Feds Start Open Data Initiative


Barack Obama and the US Office of Management and Budget establish new policies to encourage access to government data.

President Barack Obama signed an executive order establishing new standards and rules for open access to US government data. Along with this historic order, the Office of Management and Budget announced a new Open Data policy, spelling out changes in the government's approach for how data is acquired and stored.

The US government was once a model for how not to manage data. Private companies were often awarded contracts for massive government studies that would result in mounds of data acquired at taxpayer expense. But the tools for extracting and analyzing the data were proprietary and often maintained by the company itself; and anyone who wanted access would have to pay a large service charge. Few standards existed, which compounded the labor cost for anyone who needed to extract the data for academic, personal, or entrepreneurial reasons.

Software developers and open source advocates have long maintained that the archaic way the government manages data is a throwback to the 1960s IBM era. Experts have called for simpler, more open portals for accessing the data and standard, freely available tools for extracting and analyzing the information. Open data advocates had high hopes for Barak Obama when he first took office, but progress on open data initiatives slowed in Obama's first term. This executive order, and the surrounding policy changes, should regain some momentum. Highlights of the new policy include:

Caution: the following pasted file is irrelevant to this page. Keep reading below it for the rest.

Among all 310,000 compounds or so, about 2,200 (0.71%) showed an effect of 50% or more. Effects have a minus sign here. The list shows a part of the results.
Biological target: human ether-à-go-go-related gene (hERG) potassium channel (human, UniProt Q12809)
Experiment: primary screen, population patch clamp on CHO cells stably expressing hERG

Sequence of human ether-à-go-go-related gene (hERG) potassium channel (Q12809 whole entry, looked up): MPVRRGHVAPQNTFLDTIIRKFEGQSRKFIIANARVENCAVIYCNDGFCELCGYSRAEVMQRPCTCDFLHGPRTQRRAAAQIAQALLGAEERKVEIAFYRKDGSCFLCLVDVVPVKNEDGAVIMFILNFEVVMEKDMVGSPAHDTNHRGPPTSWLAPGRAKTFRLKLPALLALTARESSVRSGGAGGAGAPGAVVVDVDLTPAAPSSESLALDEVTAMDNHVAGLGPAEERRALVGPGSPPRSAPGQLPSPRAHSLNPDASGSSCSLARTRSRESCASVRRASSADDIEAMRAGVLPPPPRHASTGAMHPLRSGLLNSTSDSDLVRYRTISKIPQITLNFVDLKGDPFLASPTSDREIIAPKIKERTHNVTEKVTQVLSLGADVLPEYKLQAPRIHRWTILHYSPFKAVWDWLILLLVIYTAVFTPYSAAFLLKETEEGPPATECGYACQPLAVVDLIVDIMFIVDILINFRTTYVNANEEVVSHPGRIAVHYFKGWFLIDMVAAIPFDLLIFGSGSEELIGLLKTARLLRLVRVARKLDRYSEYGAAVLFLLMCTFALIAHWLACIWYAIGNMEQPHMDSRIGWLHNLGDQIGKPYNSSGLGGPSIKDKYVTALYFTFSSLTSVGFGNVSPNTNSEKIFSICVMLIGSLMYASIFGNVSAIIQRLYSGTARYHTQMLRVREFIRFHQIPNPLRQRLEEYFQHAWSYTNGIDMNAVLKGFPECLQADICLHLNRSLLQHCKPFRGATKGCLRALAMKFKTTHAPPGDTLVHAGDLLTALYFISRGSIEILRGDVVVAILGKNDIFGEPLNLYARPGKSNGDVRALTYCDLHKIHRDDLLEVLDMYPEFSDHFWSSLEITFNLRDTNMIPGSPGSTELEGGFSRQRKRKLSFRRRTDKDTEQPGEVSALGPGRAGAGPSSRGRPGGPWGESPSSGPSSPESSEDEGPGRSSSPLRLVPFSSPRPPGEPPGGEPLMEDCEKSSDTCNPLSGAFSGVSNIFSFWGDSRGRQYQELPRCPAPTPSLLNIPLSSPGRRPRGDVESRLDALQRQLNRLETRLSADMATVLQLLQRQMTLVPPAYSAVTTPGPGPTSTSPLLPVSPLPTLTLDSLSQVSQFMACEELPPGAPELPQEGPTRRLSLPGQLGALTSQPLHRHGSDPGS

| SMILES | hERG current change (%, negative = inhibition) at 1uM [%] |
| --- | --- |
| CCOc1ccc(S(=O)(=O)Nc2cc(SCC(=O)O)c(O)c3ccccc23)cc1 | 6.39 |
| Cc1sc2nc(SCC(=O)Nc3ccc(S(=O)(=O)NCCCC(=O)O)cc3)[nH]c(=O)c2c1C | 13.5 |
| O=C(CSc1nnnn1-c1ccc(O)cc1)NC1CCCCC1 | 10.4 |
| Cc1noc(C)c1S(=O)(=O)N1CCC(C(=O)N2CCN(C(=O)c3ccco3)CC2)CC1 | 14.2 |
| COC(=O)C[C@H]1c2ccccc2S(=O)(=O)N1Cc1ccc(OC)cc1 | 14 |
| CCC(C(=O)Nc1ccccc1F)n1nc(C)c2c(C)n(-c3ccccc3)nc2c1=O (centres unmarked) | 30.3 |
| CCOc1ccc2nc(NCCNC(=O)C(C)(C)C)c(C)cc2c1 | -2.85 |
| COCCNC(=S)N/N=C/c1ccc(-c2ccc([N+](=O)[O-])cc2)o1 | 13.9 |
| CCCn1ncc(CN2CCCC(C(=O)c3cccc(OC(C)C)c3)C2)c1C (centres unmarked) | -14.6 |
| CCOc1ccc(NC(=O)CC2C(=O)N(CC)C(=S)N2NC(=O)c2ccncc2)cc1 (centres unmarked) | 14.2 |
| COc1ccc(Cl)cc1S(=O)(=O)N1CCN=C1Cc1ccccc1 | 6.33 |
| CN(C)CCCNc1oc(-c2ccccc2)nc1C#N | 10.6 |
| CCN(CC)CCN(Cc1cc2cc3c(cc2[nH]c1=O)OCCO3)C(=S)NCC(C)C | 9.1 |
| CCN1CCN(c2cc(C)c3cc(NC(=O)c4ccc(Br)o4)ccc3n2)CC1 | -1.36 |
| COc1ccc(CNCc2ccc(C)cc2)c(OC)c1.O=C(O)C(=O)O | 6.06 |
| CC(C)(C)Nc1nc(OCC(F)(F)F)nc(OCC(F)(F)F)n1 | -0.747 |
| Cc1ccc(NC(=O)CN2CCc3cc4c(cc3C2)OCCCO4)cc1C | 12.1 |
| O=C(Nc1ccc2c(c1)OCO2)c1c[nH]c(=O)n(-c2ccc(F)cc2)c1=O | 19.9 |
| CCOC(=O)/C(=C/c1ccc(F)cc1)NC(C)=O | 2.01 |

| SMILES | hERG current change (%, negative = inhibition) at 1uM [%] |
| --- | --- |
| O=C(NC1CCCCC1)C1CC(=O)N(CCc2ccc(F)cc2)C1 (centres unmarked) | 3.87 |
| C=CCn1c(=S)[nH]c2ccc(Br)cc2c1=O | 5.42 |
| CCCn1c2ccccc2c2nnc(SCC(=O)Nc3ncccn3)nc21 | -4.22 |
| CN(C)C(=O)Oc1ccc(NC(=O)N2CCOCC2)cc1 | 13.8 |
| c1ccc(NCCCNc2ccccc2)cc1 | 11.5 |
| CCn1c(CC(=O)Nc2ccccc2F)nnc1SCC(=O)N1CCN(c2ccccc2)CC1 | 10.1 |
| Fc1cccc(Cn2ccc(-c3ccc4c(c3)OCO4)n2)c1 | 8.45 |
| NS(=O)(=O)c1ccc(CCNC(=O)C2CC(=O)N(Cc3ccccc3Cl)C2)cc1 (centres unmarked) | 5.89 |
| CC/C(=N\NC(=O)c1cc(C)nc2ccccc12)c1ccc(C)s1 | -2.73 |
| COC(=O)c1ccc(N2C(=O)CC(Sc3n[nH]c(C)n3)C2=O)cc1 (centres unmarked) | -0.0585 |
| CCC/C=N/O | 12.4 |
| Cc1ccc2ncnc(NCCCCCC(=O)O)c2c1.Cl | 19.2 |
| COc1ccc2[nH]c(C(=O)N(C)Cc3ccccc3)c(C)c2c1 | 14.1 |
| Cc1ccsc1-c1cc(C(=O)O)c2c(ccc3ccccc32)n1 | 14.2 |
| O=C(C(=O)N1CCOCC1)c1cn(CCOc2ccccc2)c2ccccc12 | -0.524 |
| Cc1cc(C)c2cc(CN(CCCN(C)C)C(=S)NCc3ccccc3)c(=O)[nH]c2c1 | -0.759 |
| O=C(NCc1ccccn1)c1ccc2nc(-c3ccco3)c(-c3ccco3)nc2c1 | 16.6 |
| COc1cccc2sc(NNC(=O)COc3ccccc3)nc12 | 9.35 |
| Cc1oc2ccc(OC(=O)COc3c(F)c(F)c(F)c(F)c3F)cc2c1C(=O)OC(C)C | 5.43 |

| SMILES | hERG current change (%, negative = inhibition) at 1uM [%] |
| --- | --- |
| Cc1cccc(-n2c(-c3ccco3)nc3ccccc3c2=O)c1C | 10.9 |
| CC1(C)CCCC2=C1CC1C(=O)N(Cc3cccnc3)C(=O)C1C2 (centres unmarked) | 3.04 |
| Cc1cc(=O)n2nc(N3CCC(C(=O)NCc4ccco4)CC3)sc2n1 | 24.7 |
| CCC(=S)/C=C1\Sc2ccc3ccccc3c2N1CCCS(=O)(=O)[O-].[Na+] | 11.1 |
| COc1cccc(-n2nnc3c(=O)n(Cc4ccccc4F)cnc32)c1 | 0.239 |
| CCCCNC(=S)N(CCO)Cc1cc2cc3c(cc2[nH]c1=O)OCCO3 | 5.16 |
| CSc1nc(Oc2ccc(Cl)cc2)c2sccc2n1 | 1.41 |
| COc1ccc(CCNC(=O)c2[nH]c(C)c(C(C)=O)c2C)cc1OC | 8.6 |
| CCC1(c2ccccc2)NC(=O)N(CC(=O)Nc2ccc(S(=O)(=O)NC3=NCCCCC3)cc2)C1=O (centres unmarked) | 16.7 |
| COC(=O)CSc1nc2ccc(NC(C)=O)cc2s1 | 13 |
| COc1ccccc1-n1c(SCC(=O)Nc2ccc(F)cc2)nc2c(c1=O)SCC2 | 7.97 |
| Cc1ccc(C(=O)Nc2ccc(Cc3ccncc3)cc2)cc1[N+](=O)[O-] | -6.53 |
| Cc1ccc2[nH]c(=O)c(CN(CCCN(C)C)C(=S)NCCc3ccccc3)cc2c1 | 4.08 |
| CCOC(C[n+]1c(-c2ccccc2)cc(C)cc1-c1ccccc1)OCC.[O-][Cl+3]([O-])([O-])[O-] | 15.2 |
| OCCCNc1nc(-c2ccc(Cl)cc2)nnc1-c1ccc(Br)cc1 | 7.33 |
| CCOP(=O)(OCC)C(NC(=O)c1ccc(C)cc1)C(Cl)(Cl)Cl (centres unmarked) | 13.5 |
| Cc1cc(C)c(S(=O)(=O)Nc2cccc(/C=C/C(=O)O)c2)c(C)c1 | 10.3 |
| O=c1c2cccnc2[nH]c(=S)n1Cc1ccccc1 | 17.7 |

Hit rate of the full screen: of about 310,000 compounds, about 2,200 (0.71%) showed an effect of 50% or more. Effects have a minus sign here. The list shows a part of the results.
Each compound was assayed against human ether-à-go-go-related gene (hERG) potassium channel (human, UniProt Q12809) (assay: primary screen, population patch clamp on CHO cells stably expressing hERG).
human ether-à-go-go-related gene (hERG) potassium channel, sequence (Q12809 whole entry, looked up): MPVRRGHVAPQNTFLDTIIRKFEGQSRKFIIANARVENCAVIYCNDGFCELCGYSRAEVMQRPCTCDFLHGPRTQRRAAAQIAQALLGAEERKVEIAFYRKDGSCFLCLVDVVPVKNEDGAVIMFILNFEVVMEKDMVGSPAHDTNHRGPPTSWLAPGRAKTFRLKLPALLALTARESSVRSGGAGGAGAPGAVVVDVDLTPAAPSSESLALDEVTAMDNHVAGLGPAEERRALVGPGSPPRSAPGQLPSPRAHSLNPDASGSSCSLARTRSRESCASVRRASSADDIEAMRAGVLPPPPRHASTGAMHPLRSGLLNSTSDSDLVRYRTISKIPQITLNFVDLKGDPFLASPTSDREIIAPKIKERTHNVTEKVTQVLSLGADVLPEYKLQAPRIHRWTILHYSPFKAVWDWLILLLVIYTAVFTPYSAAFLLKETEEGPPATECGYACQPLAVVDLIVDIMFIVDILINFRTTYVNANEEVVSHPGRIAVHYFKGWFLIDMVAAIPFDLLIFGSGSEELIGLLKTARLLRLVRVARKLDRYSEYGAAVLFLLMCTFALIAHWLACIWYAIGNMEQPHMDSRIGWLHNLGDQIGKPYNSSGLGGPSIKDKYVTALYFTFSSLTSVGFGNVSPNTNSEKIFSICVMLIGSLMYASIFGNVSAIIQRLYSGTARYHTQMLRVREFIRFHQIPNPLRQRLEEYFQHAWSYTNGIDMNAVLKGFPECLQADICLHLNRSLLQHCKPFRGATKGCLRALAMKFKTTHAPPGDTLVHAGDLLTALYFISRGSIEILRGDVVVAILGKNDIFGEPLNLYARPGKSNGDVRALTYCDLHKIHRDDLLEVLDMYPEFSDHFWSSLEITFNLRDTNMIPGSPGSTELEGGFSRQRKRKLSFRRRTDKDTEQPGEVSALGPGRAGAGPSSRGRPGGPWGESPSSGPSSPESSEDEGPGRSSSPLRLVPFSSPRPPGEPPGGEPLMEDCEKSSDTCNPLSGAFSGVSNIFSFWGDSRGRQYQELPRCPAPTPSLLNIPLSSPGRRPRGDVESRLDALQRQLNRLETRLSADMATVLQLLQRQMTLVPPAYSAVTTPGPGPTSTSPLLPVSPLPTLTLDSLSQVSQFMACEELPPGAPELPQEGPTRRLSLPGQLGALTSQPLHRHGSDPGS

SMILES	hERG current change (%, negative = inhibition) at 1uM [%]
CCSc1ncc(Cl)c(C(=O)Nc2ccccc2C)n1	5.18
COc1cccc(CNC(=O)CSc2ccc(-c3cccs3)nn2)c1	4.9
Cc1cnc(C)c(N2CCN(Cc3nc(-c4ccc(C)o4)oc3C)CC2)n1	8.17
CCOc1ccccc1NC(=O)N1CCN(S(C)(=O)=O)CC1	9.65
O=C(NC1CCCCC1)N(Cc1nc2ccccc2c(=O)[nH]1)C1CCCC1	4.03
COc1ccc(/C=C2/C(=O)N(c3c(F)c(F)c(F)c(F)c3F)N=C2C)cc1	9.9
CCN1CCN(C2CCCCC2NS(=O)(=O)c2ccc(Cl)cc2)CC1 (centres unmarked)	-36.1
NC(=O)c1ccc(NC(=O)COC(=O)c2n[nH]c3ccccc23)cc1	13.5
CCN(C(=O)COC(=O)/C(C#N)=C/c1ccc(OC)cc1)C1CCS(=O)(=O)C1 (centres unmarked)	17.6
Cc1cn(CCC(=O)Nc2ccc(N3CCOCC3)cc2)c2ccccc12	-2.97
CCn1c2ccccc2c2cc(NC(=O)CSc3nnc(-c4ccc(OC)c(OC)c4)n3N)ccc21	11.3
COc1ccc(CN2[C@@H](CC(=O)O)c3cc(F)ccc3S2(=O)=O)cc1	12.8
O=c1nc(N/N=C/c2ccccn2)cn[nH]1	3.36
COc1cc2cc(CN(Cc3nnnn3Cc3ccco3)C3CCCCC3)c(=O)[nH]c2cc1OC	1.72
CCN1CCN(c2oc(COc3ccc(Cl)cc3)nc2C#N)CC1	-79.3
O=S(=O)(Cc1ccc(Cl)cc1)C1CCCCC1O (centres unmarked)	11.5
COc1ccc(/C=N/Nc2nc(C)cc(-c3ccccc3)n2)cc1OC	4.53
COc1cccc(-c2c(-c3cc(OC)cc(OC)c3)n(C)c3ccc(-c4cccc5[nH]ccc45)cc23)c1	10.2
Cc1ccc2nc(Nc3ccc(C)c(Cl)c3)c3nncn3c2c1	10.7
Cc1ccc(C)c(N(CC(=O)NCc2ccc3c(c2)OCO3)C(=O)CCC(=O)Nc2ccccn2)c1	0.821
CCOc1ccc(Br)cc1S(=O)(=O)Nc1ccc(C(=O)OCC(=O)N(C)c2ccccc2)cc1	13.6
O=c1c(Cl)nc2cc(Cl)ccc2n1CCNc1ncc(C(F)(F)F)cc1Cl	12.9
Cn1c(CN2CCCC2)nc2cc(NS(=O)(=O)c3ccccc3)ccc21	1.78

• New services for data.gov, the central site for US government data, with improved virtualization and mapping tools, as well as expanded APIs for extracting data.
  • Standard tools for searching, retrieving, and analyzing government data, which will be released and distributed through GitHub.
  • A mandate for increased emphasis on openness and data reuse within the US government at the agency or department level.
  • Outreach to innovators and entrepreneurs to facilitate effective use of government data.

In the Open Data Policy memorandum M-13-13, Office of Management and Budget director Sylvia M. Burwell writes, "Managing government information as an asset will increase operational efficiencies, reduce costs, improve services, support mission needs, safeguard personal information, and increase public access to valuable government information."


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